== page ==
Promoted synergies within intra-organisational project management workflows with significant flow-on to KPI achievements, which included: sales growth of 500%, internal cost reductions of $200k p/a, opening of Lunar Office (Dark Side of the Moon).

Not so bad:

Managed client-provider communications. Closed around 25 sales opportunities per week and cut costs by outsourcing more jobs to freelancers. Won the Nobel Peace Prize.


Just…just make it look nice, please? I don’t know why everyone formats their CVs as haphazardly-indented lists of bullet points, but it just looks bad okay? That’s a portrait which screams amateur and hurts my eyes, and I will cut it up mercilessly in revenge. Medium font size, clear headings, none of this “oh I justified my text and now I have a line with only two words on it and they look like they got blown apart by a fragmentation mine” sort of balderdash.

Personally, I use a two-column table in a Word document: one column for position name and date, the other listing very briefly the duties and achievements for each. Some people like to have a single list, but with different font sizes and weights to make sections patently clear. Some people use Powerpoints, slideshow PDFs, or even videos. Don’t care. Just make it easy for me to get a clear overview of your career thus far.

In brief: be concise, be awesome, be well-formatted.

However, following these and last post’s tips will only get you a healthy CV, not one whose fists break through the heavens and reach for the stars in physics-defying glory. Next week, we’ll look at three ways to make your CV stand out – for better or worse. Keep read/writing,


Tips for a Healthier CV: Get Trim and Sexy

by MDY

I actually love reviewing CVs. They help me learn more about the people I know, and more often than not I emerge from my editing-cave with a new degree for the person and their accomplishments. And blood on my fingers. Sometimes plasma. There’s a reason why I lock the cave.

That’s because most of these CVs also require immediate surgery. Superficial surgery usually, not the sort where you have to play jigsaw with the patient’s internal organs. But surgery nevertheless, and rather bloody surgery too. So to avoid having to send your little collection of achievements off to my operating theatre (or at least minimise the amount of slashing and burning sutures and cauterisation involved), I’ve put together some tips to help you…perform some DIY surgery?

Let’s think about what a CV needs to do. Most basic thing: give the reader a reasonable impression of who you are, at least from a professional standpoint. A healthy CV will also reflect well on your character and demonstrate to any potential employers that you can get the job done. I think of a CV as similar to a self-portrait, albeit one with a smarmy grin and tendency to scream “KEEP LOOKING AT ME BECAUSE I MIGHT DO SOMETHING AMAZING”. And a top hat. But yours might not have one. It’s a matter of taste, really.

Now the best way to give the reader an impression of who you are is to list everything you’ve done. Except that’s not an impression, it’s a diary. Which leads me to

IMPORTANT THING #1: Only include what matters.

Rule of thumb here is to include only things which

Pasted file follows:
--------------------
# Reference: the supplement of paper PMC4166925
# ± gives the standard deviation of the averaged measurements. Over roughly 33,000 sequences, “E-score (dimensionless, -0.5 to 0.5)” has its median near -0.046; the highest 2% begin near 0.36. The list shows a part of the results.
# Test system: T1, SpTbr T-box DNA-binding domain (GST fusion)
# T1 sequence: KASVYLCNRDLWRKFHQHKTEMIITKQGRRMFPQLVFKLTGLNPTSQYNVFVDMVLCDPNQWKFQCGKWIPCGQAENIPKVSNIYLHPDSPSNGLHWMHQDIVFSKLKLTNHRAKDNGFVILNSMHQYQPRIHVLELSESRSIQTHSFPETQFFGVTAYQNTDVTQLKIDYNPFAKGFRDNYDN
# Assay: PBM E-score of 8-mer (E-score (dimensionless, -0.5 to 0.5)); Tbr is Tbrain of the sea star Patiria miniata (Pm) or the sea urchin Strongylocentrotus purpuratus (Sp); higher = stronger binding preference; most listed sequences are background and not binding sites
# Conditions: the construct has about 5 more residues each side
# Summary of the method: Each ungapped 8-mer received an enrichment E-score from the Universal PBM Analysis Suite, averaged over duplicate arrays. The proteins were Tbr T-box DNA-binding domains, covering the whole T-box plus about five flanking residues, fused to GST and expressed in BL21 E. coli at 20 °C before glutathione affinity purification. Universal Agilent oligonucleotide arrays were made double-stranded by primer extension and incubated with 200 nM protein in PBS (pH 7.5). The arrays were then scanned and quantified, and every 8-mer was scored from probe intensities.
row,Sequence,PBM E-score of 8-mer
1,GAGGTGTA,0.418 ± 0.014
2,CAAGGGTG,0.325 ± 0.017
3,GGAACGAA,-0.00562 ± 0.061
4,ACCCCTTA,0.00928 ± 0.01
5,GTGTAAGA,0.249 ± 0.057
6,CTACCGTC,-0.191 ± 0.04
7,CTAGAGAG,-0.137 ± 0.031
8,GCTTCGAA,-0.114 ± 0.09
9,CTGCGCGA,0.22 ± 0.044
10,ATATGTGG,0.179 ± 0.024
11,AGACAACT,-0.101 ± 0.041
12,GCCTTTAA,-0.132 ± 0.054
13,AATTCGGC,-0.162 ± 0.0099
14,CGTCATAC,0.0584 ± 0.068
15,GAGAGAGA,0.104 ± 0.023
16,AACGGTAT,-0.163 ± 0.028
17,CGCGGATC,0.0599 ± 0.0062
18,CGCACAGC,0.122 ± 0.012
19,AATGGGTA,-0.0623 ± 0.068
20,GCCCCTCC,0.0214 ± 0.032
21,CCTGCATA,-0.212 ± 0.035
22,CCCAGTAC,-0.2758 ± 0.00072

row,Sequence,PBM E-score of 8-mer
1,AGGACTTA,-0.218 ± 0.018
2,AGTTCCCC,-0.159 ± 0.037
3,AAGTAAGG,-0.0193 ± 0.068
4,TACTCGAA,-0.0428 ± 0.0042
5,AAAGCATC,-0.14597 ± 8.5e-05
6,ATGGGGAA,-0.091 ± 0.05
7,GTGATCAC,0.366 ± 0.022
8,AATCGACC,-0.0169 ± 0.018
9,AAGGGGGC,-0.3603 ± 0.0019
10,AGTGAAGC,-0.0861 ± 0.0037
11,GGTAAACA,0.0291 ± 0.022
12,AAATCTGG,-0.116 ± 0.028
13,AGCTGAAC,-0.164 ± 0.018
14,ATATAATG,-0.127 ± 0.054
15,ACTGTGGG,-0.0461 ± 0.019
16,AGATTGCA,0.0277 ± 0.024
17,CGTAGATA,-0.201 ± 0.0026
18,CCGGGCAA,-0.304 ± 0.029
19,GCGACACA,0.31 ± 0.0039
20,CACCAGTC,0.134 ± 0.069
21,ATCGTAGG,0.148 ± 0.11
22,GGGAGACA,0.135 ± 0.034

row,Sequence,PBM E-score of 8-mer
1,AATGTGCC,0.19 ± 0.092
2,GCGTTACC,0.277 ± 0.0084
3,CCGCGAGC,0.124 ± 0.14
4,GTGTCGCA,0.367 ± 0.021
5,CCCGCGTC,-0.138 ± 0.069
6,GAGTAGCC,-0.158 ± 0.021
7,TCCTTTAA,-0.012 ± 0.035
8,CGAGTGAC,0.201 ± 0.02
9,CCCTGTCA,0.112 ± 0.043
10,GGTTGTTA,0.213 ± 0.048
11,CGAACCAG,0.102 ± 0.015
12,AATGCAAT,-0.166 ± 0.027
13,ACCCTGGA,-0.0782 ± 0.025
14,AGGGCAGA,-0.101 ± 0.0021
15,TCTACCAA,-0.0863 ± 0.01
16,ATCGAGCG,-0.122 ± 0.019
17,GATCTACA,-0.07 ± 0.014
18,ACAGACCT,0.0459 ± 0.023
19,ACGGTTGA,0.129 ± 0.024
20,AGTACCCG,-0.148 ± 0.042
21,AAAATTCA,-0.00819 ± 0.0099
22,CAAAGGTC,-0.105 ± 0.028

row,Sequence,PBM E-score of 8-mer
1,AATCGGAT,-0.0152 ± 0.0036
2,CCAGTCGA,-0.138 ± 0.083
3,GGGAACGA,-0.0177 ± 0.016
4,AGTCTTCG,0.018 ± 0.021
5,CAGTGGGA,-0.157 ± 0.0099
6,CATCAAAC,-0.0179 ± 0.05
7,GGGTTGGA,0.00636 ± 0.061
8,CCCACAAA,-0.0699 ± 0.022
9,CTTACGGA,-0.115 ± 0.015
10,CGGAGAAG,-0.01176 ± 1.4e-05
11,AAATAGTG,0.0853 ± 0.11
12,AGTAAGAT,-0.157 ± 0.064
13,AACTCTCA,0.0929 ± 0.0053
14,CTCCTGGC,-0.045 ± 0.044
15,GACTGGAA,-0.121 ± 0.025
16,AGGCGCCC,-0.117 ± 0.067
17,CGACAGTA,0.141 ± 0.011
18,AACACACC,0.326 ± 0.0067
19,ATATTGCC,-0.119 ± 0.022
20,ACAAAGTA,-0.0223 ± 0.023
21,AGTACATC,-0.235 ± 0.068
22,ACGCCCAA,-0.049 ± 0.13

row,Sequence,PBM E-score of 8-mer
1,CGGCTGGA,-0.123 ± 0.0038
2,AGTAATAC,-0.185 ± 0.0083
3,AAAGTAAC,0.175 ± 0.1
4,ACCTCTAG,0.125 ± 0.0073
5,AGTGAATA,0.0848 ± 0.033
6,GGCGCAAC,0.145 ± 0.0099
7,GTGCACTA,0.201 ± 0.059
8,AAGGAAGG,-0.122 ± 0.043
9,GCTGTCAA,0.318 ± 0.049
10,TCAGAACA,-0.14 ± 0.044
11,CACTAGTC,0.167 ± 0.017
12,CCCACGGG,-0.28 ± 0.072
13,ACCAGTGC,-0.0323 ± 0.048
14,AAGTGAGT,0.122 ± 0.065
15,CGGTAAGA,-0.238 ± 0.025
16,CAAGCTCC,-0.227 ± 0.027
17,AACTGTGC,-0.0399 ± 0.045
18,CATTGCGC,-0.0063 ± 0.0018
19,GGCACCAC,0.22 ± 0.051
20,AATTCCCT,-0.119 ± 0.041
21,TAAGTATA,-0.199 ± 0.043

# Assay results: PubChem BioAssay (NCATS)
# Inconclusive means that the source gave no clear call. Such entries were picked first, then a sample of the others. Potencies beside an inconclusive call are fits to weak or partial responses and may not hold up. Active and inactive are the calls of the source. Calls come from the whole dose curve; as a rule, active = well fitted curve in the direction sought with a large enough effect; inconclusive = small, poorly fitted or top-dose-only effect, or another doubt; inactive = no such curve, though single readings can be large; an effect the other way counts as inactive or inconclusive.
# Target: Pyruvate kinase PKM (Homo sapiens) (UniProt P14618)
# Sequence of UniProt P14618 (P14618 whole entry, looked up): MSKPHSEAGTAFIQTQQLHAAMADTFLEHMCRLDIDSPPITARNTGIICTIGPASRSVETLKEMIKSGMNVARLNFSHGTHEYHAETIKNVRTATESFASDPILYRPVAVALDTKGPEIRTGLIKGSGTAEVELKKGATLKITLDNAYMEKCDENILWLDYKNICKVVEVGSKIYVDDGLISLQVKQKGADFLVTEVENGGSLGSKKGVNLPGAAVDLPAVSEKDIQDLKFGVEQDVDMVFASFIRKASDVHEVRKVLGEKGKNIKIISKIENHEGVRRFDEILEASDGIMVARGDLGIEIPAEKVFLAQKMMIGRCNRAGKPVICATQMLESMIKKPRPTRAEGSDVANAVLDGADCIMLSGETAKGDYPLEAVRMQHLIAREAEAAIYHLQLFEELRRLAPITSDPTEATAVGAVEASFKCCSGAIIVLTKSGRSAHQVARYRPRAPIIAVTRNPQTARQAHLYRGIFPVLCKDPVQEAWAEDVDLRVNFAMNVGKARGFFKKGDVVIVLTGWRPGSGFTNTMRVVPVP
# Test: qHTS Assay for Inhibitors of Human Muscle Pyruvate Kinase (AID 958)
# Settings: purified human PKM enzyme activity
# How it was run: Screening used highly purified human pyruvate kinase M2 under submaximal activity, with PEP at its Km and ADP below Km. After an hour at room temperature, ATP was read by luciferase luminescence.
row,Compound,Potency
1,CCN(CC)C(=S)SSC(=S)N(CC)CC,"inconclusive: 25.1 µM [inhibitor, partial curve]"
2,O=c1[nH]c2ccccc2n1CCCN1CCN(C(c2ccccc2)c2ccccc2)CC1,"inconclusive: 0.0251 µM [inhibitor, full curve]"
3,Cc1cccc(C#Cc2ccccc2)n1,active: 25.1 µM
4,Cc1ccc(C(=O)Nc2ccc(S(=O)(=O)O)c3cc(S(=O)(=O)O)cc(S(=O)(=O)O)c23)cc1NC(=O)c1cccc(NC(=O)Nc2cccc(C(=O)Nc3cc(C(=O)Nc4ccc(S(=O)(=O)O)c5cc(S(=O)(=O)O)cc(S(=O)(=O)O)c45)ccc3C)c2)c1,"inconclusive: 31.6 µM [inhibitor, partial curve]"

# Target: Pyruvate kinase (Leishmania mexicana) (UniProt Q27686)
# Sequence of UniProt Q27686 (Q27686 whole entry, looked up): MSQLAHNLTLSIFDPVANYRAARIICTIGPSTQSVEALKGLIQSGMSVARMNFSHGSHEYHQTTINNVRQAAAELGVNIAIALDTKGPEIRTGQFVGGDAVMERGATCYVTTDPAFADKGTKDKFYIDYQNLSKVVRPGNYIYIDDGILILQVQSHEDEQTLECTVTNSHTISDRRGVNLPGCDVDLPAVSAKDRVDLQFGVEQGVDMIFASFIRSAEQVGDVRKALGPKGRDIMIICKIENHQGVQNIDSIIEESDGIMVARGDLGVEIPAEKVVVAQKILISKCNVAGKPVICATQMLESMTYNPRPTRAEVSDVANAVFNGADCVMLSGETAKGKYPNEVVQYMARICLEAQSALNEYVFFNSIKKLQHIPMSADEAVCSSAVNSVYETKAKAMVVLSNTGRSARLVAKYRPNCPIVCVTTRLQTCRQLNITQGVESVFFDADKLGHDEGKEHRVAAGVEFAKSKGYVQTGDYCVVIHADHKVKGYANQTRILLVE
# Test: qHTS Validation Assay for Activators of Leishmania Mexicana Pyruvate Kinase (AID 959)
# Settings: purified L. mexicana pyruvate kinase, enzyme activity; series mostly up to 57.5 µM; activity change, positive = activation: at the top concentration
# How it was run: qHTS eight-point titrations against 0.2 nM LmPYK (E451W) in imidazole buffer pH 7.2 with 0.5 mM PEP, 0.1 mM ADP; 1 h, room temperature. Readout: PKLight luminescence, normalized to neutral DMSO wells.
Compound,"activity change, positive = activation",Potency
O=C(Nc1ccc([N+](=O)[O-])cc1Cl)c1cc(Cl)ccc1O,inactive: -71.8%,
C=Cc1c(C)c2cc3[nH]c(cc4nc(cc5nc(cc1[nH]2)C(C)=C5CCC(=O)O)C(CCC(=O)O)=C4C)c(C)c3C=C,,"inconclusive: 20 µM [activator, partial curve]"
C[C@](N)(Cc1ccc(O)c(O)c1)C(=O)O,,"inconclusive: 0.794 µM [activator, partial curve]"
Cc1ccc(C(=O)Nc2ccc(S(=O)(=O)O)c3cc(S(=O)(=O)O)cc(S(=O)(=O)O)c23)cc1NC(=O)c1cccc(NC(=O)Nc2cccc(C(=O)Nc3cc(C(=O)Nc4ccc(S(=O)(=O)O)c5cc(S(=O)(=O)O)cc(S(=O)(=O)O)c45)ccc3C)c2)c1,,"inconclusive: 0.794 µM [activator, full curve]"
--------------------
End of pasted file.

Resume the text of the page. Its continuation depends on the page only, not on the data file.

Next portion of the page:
1. Relate (preferably directly) to the job at hand, or
  2. Describe you as a unique human being.

Try to think strategically, not rigidly. Your experience as a bartender may seem to have nothing in common with applying for a sales role, for example – but many of the underlying skills in both jobs (being able to establish rapport with strangers, identify often-unclear customer requirements, clean up vomit) are very similar. Your CV should make it clear how each position listed is relevant to how you go about the job you’re applying for: instead of just describing what you did in the role, describe what skills you used and what you learnt. Instead of

Retail assistant: Manned counter. Cleaned up the shop. Got bitched at.


Front-line retail salesperson: Earned a reputation amongst customers for friendly and informative service . Managed store logistics before and after-hours. Learnt to handle complaints with tact.

The second example says what the first does, but in a more constructive way. It highlights your achievements in the role (being known for good service) while also suggesting you have good organisational skills and can take flak without crying. All useful attributes in any role. However, the first example’s brevity and dry humour could endear you at more new-age organisations. All depends on your target, right?

And please, please don’t list your myriad schooling and extra-curricular achievements unless they’re blatantly relevant. Nobody cares that you were Basketball Vice-Captain ’08 or Secretary of the French Society – except perhaps if you’re applying to the NBA or one of the grandes écoles. The only thing from your schooling days which you might want to include is your final grade, and only if it’s impressive. Asterisks need not apply.

IMPORTANT THING #2: Get personal

Inject a bit of yourself into your CV. Talk a bit (but not too much) about things like:

  1. Hobbies (eg sports, crotchet, saving the universe)
  2. Interests (history, pole dancers, quantum physics)
  3. Unusual facts about yourself (owns a vintage Aston Martin, has no eyebrows, writes a blog)

One of my friends puts in his CV that his interests include singing, squash and Haruki Murakami. Mine mentions that I used to be a national percussion champion and currently work as a part-time character assassin. Keep the focus on your professional competencies, of course – but don’t forget that employers want to know who you are as a person too. Preferably one whose personal attribute mesh well with their corporate culture. That’s why they stalk your Facebook.

To summarise: make yourself sound good, both as a worker and a person. Keep your CV trim – don’t let it get morbidly obese.

Stay tuned for more healthy CV tips on Friday! Keep read/writing,